Asbel uses one of the elevator capsules from inside the Crypt to rescue Nausicaä, the Vai Emperor, and his fool, and they escape as the Crypt collapses. Kushana, Kurotowa, Charuka, and the Dorok refugees arrive in time to see Nausicaä and the others emerge. The Vai Emperor, who took the full brunt of the Master’s onslaught, legitimizes Kushana’s claim to the throne before he dies. Ketcha and Asbel reunite. Mito survives his injuries from the gunship crash. Charuka notes that Nausicaä’s clothes are bluer than before, darker than even Ohmu blood. Nausicaä and Selm agree to keep the secret of the end of the Sea of Corruption to themselves, hoping that humanity will find a way to survive after the Sea of Corruption purifies all the Earth.
I had forgotten just how many characters meet their demise. Yupa, sacrificing himself for Kushana and bringing peace to the Dorok tribes; Namulith, unceremoniously left behind when his body falls apart and his head bounces off the deck of his own ship; Teto, succumbing to radiation poisoning; Ohma, the God Warrior who started all this mess back in Pejitei in the first volume; the Vai Emperor, King of Torumekia, who made peace with his daughter Kushana; and the Master of the Crypt, the artificial intelligence in charge of the knowledge from before the Seven Days of Fire.
But not just named characters, or even the countless who’ve died in the Torumekian-Dorok war throughout the series. Humanity — modern-day humanity — also goes completely extinct. The core mbiguity of this series is that Nausicaä, fulfilling her destiny as the blue-clad one, is both an omen of hope and of destruction. Stripped of her blue-clad garb for almost the entire volume, she’s lost and vulnerable until she leaves the Garden of Shuwa, given the knowledge that the old world must truly end for the new one to survive.
This is a long volume, nearly twice the length of the first in the series, but the story is of a piece and holds together well despite its length. There’s no filler here, yet everyone is given appropriate ends to their story arcs (except maybe Chikuku, who got lost in the shuffle after the refugee camp scenes.)
Every volume of Nausicaä of the Valley of the Wind passes the Bechdel test. Volume 6 barely did (with the key conversation happening in a flashback), but this volume has three conversations that pass. That most volumes pass effortlessly, and that all do technically shows just how well he writes his female characters.
Of all the deaths this volume, Namulith deserved his the most. His body disintegrating, his head, still conscious after decapitation, falls to the ground to be smashed (offscreen) into chunky bits. Everyone else, even the ruthless Vai Emperor of Torumekia, got noble deaths except him.
There’s a bit of epilogue at the end, telling differing accounts of what happened to Nausicaä and Kushana after the fall of Shuwa. I like that there’s no consistent story, that Nausicaä could have ended up back in the Valley of the Wind, or possibly joined Selm and the other Forest People, or something else entirely. Kushana’s future is more mundane, if immediately useful: she abdicates the throne, producing no heir, turning Torumekia into a democracy. I like to think of Kurotowa, still pithy and sarcastic in his old age, attending to her until death.
Above all, this volume demonstrates exactly how you should end a story. It was the right length, the climax was appropriately climactic, the resolution wasn’t too long but resolved everything in a single, heartwarming scene. And it brings home the theme of the series: all life deserves our empathy, no matter its origin.
“Mene Mene Tekel Upharsin”: The Concept of Judgment in the Nausicaä Universe
“I am arbitrator, warrior, and judge,” says Ohma, the God Warrior that Nausicaä adopts in volume 7. Ohma is the last of his kind; the other God Warriors disappeared after the events of the Seven Days of Fire.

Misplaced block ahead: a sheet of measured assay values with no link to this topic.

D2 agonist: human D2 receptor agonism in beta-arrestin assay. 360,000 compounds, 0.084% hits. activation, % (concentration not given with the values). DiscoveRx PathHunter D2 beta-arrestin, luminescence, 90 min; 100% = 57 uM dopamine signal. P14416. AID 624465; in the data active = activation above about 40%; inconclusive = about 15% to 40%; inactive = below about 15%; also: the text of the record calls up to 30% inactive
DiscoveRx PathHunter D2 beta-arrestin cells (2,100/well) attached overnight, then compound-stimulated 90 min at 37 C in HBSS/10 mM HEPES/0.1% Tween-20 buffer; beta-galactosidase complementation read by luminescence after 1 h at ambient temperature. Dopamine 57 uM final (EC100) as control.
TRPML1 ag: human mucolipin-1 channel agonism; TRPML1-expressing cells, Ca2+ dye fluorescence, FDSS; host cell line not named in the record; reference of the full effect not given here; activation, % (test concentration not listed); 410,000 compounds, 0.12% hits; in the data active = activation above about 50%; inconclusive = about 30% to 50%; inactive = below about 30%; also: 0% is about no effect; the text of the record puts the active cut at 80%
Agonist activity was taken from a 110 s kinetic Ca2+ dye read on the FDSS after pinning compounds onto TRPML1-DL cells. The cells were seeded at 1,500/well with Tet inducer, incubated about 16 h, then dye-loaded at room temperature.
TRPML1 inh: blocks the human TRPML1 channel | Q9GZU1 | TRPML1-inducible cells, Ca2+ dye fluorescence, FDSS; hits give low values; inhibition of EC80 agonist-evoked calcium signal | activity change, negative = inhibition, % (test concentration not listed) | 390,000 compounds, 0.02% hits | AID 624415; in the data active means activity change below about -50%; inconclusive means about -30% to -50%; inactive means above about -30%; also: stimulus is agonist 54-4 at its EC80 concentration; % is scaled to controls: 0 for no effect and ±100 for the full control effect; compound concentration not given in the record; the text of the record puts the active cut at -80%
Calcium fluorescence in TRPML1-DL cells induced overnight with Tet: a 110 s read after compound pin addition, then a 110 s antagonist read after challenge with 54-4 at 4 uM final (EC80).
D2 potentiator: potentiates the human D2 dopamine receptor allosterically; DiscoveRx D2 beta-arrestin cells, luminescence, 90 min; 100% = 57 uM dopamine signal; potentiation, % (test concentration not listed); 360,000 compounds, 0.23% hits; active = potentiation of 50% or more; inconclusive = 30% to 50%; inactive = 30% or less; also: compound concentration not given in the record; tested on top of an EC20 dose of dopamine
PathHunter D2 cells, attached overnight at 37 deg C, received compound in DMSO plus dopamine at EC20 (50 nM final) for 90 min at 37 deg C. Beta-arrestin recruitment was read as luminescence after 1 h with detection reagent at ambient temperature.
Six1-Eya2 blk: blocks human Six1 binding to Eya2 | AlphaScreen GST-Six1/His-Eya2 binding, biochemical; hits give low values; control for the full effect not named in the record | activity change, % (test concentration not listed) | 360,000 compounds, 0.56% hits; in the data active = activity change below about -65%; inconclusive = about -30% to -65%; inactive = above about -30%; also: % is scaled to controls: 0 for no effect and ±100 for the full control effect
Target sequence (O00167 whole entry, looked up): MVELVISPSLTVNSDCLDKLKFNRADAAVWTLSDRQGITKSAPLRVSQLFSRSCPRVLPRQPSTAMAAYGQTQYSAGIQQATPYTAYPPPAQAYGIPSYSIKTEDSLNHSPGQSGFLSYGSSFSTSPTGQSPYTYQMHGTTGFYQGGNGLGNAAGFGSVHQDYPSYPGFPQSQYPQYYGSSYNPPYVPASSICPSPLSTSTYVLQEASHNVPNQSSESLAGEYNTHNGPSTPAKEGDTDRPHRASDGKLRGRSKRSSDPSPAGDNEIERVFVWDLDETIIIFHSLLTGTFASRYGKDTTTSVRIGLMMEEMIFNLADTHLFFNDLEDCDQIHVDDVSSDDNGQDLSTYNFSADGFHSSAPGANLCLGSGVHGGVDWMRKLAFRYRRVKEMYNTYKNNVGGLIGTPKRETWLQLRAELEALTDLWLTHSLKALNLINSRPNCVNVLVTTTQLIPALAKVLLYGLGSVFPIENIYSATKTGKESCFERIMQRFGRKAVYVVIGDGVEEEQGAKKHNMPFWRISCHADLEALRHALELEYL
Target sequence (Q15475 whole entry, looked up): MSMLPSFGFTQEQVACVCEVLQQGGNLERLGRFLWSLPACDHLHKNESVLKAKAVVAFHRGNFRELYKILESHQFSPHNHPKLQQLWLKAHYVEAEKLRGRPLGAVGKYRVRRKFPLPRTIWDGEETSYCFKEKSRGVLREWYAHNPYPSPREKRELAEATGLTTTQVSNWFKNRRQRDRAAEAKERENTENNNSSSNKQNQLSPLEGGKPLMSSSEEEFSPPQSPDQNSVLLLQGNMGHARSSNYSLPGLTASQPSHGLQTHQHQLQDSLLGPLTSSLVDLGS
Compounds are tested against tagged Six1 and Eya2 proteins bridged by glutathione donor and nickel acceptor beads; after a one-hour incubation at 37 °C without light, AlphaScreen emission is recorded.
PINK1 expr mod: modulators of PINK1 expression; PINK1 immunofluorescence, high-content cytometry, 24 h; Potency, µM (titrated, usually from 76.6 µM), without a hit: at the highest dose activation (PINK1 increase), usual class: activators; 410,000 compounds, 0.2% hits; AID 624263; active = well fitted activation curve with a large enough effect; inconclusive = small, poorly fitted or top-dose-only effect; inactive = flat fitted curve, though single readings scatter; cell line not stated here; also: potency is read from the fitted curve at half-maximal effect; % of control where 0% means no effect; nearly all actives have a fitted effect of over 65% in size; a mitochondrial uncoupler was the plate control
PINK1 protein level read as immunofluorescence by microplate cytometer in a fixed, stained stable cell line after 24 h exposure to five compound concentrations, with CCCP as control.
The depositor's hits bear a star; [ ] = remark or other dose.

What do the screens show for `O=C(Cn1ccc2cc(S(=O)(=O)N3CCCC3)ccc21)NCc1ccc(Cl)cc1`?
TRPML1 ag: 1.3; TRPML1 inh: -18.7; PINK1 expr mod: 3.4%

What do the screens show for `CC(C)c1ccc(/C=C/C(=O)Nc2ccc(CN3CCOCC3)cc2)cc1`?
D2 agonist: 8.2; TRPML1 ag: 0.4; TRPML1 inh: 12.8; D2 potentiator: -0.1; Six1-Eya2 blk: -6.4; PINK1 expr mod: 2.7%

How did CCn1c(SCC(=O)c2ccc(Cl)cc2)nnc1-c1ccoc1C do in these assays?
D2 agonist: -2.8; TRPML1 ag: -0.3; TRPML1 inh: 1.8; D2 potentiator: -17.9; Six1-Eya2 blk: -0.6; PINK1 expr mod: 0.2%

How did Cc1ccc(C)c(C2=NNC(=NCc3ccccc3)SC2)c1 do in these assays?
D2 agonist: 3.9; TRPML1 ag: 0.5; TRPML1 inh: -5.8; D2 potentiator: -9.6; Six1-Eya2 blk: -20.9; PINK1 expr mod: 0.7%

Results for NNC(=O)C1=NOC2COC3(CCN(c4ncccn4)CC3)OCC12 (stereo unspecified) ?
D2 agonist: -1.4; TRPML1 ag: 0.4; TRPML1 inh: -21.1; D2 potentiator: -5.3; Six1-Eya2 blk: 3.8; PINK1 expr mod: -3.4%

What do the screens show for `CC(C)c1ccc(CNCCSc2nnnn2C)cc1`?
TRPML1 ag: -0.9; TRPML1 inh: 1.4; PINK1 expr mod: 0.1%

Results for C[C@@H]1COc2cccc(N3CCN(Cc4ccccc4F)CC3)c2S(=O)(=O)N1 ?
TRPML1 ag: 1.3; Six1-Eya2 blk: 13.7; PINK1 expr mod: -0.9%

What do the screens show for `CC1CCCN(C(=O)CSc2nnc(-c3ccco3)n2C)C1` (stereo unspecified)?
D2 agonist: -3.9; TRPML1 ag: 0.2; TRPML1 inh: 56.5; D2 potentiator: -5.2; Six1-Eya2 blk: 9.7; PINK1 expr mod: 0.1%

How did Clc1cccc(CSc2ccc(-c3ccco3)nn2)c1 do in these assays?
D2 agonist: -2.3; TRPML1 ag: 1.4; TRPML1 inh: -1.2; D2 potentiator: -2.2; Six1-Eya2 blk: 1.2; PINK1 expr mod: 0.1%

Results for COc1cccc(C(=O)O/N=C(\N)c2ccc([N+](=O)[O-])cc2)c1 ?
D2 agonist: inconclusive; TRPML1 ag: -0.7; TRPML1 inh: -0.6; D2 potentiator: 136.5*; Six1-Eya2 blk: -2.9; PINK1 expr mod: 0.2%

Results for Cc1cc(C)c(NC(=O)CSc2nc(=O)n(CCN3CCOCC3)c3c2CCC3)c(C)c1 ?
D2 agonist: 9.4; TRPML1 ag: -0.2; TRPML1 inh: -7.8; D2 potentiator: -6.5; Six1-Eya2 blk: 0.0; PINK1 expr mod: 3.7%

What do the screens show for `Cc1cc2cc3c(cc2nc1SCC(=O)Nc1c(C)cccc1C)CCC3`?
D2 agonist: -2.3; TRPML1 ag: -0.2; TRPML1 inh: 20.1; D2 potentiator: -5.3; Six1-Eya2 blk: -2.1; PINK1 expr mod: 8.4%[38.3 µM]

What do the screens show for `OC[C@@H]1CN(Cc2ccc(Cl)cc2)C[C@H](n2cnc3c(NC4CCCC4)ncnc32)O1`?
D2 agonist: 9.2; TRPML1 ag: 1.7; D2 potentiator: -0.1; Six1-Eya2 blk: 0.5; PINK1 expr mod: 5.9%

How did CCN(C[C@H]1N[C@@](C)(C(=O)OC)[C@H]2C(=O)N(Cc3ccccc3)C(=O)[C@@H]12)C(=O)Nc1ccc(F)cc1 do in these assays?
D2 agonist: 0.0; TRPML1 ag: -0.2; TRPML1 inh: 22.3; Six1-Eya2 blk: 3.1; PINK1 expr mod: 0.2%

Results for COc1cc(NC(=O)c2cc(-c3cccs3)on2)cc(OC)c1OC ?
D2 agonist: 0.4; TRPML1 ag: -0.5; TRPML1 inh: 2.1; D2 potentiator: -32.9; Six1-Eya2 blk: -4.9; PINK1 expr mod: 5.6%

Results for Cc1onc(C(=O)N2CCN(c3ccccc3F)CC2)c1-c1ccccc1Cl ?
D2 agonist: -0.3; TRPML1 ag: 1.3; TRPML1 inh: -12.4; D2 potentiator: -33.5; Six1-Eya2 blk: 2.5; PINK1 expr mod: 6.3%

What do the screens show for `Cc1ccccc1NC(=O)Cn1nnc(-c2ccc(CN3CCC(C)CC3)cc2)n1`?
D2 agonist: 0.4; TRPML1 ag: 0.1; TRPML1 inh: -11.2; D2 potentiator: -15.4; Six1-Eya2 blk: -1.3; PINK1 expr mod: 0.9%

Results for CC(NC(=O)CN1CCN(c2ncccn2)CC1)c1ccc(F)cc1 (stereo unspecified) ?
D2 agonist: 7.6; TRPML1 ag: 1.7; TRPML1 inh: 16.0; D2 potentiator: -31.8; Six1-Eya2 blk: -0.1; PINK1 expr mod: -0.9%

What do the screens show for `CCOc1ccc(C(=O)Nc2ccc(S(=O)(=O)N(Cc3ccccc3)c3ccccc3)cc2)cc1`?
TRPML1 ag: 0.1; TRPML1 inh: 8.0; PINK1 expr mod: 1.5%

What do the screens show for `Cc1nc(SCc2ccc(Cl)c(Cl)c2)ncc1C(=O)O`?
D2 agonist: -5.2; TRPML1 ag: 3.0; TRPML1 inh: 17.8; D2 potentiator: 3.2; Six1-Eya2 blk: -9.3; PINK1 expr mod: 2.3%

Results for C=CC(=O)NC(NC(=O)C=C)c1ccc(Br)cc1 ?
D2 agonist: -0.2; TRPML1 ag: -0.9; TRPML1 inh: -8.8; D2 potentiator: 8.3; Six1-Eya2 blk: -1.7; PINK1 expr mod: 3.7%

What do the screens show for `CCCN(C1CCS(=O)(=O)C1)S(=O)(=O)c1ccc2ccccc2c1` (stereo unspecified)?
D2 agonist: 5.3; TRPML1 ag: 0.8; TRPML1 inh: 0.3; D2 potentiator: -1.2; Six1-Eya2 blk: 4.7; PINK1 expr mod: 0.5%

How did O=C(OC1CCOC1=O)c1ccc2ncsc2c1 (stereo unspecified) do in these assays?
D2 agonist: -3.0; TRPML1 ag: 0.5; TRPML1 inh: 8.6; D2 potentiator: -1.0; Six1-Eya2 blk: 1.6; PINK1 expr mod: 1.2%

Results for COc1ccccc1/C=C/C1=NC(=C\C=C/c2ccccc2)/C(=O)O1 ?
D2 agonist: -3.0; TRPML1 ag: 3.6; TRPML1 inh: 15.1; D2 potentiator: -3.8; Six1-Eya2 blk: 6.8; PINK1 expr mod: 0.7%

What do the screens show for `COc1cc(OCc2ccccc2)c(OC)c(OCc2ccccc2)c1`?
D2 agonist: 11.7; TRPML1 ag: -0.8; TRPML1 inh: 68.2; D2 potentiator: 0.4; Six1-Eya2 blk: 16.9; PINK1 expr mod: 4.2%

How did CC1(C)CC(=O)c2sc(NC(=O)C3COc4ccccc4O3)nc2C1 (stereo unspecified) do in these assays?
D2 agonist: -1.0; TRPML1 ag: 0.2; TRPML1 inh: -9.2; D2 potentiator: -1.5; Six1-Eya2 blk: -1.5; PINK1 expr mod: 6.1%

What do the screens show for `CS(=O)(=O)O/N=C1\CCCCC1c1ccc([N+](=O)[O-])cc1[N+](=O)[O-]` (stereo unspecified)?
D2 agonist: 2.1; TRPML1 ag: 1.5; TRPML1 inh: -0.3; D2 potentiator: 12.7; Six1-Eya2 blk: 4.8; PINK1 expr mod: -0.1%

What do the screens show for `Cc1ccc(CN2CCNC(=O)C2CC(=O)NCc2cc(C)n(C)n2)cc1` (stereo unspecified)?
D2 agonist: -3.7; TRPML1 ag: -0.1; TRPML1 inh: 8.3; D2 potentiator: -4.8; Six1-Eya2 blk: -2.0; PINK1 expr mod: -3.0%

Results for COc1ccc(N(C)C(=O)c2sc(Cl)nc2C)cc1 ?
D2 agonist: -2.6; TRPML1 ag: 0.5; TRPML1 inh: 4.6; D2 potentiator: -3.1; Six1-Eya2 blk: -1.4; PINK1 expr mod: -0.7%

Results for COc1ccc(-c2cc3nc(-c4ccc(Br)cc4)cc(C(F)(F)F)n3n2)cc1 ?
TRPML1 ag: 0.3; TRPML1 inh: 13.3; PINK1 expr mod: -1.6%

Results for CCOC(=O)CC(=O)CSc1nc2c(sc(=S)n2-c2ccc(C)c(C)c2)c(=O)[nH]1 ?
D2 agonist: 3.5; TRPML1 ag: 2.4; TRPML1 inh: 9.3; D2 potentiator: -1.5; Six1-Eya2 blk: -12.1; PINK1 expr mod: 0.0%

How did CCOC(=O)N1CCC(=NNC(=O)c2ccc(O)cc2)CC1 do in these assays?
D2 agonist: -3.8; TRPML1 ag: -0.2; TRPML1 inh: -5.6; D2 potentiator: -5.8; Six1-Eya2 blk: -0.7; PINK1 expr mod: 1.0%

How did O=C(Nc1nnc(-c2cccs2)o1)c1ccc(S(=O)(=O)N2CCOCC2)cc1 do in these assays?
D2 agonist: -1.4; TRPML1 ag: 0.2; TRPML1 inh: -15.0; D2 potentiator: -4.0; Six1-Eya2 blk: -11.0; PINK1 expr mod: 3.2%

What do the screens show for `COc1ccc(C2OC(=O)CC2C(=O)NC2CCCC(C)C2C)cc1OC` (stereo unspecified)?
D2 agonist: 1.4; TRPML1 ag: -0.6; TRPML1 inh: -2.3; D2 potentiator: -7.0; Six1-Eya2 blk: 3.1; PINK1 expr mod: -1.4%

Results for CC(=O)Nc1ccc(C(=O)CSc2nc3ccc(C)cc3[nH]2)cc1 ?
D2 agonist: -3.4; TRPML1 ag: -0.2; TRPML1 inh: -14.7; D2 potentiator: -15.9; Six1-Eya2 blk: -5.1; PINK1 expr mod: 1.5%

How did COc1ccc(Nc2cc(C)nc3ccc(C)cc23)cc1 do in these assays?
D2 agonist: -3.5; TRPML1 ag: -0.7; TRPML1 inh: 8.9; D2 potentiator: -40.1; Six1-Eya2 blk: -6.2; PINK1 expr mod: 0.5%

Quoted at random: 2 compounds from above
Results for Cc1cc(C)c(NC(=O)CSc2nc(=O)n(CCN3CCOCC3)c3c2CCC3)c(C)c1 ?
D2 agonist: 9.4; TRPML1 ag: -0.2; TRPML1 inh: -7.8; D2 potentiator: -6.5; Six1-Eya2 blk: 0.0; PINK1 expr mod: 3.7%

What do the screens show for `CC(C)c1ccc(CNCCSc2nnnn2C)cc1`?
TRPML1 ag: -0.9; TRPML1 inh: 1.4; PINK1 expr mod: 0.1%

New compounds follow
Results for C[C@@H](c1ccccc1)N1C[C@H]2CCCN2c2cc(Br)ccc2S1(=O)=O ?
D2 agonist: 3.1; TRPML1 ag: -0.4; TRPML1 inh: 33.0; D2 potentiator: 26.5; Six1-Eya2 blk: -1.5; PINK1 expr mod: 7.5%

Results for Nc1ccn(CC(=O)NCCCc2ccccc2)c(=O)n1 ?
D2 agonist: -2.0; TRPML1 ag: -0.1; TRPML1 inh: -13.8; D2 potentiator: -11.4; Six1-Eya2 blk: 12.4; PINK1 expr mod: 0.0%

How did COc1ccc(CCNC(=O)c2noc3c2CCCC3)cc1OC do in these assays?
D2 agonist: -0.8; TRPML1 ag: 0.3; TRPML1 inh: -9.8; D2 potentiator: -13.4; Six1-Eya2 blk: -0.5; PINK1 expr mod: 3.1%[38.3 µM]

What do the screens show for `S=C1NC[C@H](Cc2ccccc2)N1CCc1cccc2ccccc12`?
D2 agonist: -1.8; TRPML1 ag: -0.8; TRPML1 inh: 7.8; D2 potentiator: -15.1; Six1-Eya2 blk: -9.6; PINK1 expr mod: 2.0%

The God Warriors, as explained by both Namulith and the Guardian of the Garden, weren’t intended as destroyers, but rather as judges. Rather than “gods” in the Shinto sense, they’re “God” in the Judeo-Christian sense, and they enact divine judgment with nuclear fire.
Judgment, both how it’s given and received, is the running theme of volume 7. The Worm Handlers express the belief that the Sea of Corruption is the result of a divine judgment against humanity for the sins committed by their ancestors before the Seven Days of Fire. Ohma wishes to give judgment, but looks to Nausicaä for guidance. He asks her “have I been a good person?” after he destroys the Crypt of Shuwa, the judge asking for judgment on himself.
The appearance of the God Warrior just after the Daikaisho brings to mind the Book of Daniel. “Mene Mene Tekel Upharsin” were the words written on the wall of King Belshazzar, ruler of Babylon. Daniel, a Jew living in Babylon, says that the phrase, which literally means “two minas, a shekel, and two parts” but also means “numbered, weighed, divided,” is warning that Babylon’s days have been numbered, the kingdom has been found wanting, and that it will be divided between the Medes and the Persians.
The events of the series could be loosely interpreted as an allegory for the events in Daniel. In this case, Dorok is Babylon, Miralupa and Namulith are both Belshazzar, Nausicaä is Daniel, and the Daikaisho and the God Warrior are the Medes and Persians.
However, Nausicaä rejects the notion of divine judgment altogether. Although she doesn’t express it in so many words, the act of judgment itself is a kind of domination, at odds with the sacred nature of all life. “Purity and corruption,” she tells the Guardian of the Garden, “are meaningless.” The Master of the Crypt, the artificial intelligence in charge of the knowledge of the world before the Seven Days of Fire, says that history will record Nausicaä’s actions and judge her as a demon, but Nausicaä replies that she doesn’t need the judgment of the old world, that she already has a God in “even a single leaf and the smallest insects.”
Just as Nausicaä rejects the judgment of the God Warriors from before the Seven Days of Fire for the animistic God of the Valley of the Wind, Miyazaki prefers the animistic Shinto worldview over the harsh, judgmental Judeo-Christian one.
This and That
A trailer for “The Wind Rises,” Hayao Miyazaki’s next movie, has arrived. One of the voice actors is famous animator Hideaki Anno, the creator of Neon Genesis Evangelion. You can view the trailer here.
Next time, just a few final thoughts on this whole series, and what it’s meant to me.